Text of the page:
Like everything else at General Electric (GE), its board members may be on the chopping block. The embattled 125-year-old company is staring down a potential dividend cut as it scrambles to conserve cash and halt an investor exodus which has driven its stock down 36% this year.
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With 18 members, GE’s board is the second largest among S&P 500 companies, behind the CME’s (CME) 20 and BlackRock’s (BLK) 17, as tracked by Institutional Shareholder Services’ Analytics. Even with a deep bench of seasoned executives, including Verizon (VZ) CEO Lowell McAdam and Loews (L) CEO James Tisch, some say the board has been asleep at the wheel.
- CME: 20
- General Electric: 18
- BlackRock: 17
“It is not a strong board,” Scott Davis of Melius Research tells FOX Business. “They kept Jeff Immelt for five to six years longer than they should have.”
Over the past five years, GE shares have declined 4.7% compared to the S&P 500’s 87% jump, as calculated by our partners at the WSJ Market Data Group, while former CEO Immelt’s strategy failed to resonate with stock holders.
“One of Jeff’s general themes is big and complex, and his board is big and complex,” bemoaned Davis. GE has at least eight major segments ranging from healthcare, power and transportation, to name a few.
GE is set to meet with investors on Monday, and Davis is among those looking for major changes across the board.
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“What’s the board going to look like? Shareholders have a right to see how the company will be managed,” he added.
CEO John Flannery, who replaced Immelt in August, isn’t ruling out a board shake-up either. “The Board is big at 18 people. There's no doubt about that and that's one of the topics being discussed. So I would put it in the bucket of all things being examined right now,” said Flannery when asked by Davis about the board’s status during the most recent earnings call. Sources tell FOX Business the board was set to meet this week. GE told FOX Business the company does not provide details on board meetings.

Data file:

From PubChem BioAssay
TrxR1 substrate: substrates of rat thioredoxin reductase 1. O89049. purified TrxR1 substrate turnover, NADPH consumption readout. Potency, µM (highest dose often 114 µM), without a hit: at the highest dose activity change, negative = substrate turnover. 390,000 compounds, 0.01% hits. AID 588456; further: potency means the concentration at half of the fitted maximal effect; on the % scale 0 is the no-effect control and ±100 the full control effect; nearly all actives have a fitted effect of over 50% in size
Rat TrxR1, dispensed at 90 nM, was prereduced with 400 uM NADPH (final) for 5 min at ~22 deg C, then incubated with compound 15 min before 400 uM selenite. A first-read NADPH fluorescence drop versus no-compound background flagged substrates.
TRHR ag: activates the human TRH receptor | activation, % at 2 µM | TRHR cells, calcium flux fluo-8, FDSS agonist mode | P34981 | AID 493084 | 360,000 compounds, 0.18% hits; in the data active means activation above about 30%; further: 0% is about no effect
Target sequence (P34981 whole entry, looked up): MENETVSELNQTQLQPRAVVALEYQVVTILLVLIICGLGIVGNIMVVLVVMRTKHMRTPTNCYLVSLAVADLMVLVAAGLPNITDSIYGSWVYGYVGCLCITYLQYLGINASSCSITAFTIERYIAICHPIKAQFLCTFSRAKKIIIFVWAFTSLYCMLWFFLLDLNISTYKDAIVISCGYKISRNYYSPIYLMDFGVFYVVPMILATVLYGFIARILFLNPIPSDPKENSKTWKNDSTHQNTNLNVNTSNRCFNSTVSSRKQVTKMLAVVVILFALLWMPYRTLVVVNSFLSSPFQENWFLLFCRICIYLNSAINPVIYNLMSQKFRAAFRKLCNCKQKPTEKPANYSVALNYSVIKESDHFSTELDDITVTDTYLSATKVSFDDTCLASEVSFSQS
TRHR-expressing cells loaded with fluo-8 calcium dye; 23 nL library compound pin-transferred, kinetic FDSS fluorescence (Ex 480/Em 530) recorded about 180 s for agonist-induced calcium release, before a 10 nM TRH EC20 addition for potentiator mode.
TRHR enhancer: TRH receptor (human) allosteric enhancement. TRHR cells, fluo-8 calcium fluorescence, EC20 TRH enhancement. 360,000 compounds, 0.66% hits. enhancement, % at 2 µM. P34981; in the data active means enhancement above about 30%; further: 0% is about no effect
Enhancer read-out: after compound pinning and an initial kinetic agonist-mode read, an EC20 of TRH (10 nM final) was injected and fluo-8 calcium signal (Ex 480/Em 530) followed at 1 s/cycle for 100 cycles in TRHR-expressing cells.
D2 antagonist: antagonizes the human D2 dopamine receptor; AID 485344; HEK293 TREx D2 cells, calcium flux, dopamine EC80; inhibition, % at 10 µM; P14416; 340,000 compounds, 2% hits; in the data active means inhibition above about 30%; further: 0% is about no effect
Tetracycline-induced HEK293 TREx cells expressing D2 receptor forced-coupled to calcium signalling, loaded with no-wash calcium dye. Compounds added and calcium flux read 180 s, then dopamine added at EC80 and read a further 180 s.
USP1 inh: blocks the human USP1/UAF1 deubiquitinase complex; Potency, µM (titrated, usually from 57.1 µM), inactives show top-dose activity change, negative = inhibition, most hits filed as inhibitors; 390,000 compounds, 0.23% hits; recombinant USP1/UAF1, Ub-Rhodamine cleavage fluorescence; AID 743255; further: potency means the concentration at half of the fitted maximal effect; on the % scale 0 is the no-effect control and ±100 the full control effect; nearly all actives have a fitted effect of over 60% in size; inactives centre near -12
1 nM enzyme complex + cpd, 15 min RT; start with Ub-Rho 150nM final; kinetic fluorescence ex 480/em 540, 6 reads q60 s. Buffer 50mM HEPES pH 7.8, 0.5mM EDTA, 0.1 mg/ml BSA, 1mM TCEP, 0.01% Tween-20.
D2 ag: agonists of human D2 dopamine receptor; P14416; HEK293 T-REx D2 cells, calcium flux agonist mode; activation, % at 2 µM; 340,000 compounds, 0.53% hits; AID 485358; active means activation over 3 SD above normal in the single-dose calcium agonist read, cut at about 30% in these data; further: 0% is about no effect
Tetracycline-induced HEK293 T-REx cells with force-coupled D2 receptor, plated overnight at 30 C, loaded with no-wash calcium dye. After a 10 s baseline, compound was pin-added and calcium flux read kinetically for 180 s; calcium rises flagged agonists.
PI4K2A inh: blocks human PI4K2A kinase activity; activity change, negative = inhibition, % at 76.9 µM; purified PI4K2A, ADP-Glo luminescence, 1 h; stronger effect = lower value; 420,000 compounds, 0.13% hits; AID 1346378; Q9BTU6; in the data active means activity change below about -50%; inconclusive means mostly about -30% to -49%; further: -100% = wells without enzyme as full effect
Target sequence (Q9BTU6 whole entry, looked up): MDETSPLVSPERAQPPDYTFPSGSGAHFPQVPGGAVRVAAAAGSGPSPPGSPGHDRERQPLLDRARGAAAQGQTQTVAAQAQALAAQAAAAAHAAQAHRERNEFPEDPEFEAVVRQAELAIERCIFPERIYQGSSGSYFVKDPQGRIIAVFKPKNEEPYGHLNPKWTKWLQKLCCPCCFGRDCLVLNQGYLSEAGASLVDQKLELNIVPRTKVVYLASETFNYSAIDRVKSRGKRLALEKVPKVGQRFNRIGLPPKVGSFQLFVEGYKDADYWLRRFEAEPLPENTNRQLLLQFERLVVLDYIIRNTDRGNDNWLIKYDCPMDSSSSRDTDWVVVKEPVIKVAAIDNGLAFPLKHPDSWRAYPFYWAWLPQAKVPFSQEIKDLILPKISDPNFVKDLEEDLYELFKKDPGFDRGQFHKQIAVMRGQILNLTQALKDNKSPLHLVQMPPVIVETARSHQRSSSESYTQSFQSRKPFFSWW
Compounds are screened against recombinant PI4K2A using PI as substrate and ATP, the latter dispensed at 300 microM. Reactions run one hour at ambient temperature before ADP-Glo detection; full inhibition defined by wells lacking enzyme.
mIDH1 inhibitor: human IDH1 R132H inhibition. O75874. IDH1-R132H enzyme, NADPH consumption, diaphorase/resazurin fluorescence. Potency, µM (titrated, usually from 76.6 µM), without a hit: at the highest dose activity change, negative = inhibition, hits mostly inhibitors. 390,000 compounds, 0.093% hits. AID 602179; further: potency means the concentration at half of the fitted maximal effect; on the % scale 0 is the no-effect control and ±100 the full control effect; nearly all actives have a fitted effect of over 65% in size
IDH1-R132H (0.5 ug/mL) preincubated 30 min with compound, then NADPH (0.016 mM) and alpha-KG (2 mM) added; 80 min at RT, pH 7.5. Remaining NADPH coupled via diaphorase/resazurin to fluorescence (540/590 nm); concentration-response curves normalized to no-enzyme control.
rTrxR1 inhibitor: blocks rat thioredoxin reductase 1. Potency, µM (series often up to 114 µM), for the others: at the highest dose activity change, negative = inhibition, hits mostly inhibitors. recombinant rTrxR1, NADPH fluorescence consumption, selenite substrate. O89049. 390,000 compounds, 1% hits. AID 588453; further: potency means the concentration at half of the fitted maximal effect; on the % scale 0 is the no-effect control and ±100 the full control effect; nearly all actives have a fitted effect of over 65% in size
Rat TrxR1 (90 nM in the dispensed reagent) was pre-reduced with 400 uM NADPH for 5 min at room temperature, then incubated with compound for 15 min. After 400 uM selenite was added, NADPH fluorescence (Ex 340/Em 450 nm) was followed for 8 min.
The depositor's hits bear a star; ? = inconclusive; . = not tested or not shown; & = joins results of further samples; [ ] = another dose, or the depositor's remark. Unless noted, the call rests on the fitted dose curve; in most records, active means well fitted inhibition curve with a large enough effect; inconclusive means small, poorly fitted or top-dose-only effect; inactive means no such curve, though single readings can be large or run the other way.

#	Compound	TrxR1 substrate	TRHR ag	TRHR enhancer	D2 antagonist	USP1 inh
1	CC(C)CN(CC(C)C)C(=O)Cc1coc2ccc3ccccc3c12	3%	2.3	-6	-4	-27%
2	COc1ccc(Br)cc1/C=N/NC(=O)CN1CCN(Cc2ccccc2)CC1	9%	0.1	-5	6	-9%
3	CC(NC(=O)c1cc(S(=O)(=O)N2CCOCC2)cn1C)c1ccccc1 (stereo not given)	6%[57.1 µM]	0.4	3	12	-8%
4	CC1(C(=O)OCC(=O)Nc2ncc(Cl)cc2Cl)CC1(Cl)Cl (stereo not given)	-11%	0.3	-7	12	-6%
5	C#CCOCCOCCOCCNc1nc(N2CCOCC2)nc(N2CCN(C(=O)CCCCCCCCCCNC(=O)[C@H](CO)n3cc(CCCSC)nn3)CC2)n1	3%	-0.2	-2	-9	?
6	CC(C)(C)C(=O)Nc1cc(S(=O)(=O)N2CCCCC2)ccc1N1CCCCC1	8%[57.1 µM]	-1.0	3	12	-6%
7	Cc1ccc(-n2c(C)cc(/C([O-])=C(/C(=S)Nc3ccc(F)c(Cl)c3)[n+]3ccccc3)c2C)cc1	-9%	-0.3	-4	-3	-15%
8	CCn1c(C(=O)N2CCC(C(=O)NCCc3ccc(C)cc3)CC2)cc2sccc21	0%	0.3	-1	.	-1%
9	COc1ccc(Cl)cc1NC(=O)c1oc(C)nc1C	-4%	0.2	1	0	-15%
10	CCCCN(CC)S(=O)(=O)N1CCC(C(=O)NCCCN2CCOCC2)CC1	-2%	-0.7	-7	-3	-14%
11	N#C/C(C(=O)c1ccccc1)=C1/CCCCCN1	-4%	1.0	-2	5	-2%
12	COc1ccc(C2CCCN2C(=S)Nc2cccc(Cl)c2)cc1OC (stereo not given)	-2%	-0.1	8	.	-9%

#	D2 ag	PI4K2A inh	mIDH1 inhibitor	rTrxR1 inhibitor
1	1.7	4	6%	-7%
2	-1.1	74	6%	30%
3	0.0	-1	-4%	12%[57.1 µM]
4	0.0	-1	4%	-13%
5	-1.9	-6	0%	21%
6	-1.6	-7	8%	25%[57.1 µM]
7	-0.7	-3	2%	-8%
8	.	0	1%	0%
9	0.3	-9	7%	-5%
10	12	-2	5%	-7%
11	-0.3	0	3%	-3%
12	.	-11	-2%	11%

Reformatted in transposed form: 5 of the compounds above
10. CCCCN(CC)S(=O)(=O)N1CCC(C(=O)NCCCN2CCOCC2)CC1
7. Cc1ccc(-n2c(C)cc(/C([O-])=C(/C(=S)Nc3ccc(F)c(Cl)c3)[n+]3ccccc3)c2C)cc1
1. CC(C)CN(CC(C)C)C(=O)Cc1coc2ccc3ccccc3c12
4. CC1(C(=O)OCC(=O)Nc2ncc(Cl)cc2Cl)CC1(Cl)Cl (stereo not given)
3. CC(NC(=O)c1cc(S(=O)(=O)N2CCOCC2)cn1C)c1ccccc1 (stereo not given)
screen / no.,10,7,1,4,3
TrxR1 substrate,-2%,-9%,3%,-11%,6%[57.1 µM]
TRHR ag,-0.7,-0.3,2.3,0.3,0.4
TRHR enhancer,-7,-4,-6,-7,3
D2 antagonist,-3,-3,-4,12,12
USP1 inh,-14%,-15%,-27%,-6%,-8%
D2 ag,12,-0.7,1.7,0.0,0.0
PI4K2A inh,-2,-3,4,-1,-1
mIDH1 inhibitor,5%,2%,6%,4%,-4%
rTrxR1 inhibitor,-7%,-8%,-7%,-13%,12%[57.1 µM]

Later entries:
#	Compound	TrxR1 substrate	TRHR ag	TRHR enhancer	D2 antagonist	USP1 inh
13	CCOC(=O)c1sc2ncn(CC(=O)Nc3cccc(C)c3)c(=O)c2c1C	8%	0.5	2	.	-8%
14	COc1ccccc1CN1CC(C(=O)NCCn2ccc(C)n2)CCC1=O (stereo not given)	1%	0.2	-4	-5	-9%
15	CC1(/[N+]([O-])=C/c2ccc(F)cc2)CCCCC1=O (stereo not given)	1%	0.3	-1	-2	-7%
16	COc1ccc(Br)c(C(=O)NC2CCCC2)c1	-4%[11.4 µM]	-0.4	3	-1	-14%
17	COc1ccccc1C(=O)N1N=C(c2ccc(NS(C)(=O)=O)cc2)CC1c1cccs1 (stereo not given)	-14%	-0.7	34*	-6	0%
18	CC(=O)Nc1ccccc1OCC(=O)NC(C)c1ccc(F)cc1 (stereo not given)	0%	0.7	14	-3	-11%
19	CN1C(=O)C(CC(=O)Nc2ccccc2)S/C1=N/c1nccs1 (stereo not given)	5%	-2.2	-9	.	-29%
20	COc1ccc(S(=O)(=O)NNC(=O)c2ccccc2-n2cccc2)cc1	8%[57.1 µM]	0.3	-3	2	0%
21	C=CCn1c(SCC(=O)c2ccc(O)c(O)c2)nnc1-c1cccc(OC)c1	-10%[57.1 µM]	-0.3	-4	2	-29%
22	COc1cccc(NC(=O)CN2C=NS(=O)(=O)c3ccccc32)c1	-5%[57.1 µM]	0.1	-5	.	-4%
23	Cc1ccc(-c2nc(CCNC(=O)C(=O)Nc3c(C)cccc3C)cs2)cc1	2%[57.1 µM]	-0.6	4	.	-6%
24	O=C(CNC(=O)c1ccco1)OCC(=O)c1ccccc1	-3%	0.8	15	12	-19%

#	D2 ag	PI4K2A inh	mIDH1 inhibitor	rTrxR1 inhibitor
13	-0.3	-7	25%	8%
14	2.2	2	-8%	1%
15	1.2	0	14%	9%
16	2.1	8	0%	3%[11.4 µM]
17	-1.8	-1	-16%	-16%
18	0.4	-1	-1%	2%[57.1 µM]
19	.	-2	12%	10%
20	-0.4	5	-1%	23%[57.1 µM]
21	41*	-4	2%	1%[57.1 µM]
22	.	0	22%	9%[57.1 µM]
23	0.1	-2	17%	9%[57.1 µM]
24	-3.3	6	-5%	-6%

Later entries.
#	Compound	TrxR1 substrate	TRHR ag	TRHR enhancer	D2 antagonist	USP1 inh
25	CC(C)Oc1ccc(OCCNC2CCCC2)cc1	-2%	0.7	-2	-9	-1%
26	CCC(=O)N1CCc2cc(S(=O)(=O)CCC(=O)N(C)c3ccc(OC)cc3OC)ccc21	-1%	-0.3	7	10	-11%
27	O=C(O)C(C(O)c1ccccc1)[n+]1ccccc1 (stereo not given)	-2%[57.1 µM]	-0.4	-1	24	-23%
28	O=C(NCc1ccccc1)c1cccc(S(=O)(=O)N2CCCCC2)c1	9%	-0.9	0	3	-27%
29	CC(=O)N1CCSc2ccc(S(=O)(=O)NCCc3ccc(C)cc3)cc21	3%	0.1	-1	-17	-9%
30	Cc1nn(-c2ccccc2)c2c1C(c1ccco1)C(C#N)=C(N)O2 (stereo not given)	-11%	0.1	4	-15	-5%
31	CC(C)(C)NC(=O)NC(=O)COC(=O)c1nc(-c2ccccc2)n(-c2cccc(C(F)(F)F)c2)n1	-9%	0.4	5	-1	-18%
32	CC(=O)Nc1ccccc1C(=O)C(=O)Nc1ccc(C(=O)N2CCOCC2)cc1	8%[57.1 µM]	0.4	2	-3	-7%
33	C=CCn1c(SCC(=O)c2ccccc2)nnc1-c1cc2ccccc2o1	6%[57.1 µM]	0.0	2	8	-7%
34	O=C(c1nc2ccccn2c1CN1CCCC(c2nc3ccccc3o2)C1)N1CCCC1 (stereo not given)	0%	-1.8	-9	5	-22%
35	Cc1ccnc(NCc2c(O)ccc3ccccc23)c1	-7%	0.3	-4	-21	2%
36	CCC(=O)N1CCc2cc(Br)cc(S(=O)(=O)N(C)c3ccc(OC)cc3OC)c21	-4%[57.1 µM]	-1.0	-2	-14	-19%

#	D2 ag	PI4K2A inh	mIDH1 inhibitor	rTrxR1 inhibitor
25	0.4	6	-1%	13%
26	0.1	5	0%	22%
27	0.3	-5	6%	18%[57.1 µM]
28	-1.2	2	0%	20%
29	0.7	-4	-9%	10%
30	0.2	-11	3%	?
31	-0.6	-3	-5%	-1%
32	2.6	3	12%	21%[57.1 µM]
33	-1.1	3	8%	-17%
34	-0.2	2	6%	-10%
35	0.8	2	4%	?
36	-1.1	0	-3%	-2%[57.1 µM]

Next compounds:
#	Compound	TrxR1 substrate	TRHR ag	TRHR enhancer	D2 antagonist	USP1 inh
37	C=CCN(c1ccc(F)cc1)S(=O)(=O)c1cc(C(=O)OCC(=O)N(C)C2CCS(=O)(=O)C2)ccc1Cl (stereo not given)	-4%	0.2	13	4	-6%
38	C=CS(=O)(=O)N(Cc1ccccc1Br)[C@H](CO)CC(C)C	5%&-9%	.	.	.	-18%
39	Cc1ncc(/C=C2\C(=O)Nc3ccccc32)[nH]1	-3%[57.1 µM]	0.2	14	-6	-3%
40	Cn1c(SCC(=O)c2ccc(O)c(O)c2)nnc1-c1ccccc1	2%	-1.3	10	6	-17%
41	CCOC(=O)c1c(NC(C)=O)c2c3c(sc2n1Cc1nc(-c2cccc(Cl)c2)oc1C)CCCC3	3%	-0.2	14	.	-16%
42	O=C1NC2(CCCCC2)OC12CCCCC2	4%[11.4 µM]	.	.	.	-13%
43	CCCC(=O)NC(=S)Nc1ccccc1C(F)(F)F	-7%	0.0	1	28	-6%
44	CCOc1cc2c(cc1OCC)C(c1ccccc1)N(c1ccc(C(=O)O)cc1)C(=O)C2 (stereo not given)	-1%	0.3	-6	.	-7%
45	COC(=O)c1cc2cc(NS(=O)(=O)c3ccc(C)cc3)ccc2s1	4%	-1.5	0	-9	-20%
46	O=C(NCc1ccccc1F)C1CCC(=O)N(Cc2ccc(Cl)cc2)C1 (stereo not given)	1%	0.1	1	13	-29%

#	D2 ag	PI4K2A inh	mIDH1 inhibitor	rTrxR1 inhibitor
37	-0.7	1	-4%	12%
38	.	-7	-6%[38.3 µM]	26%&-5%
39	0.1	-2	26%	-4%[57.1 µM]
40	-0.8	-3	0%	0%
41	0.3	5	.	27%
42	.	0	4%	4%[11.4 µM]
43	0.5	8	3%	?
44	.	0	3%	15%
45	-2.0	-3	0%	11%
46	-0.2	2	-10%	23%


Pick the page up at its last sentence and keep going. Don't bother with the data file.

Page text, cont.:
The wheels may already be in motion for a board refresh. Ed Garden, who co-founded Trian alongside legendary activist Nelson Peltz, joined GE’s board in October. Some speculate that Garden is spearheading an overhaul for his firm, which is the 10th largest holder of GE stock at 0.82%, per SEC filings. Trian did not return FOX Business’ request for comment at the time of publication.
In March, FOX Business was first to report that Trian was turning up the heat on Immelt for missing performance targets. In June, Immelt announced his intention to resign as CEO of GE.
While GE is taking heat for its big board, as far as corporate governance goes, it carries a low risk rating. ISS rates it a 3 out of a possible score of 10, giving it positive notes for diversity and low tenure of board members, with six of the 18 directors serving less than two years. ISS’s John Roe tells FOX Business while the size of the board is “unusual,” considering “GE’s level of complexity, it is not surprising.” He notes any cost savings tied to a smaller board would not be material to a company the size of GE valued at nearly $200 billion.
That point makes the possibility of a dividend cut, which would be only the third for GE since the Great Depression, all the more likely. “Yes, I think they will cut the dividend,” warns Davis.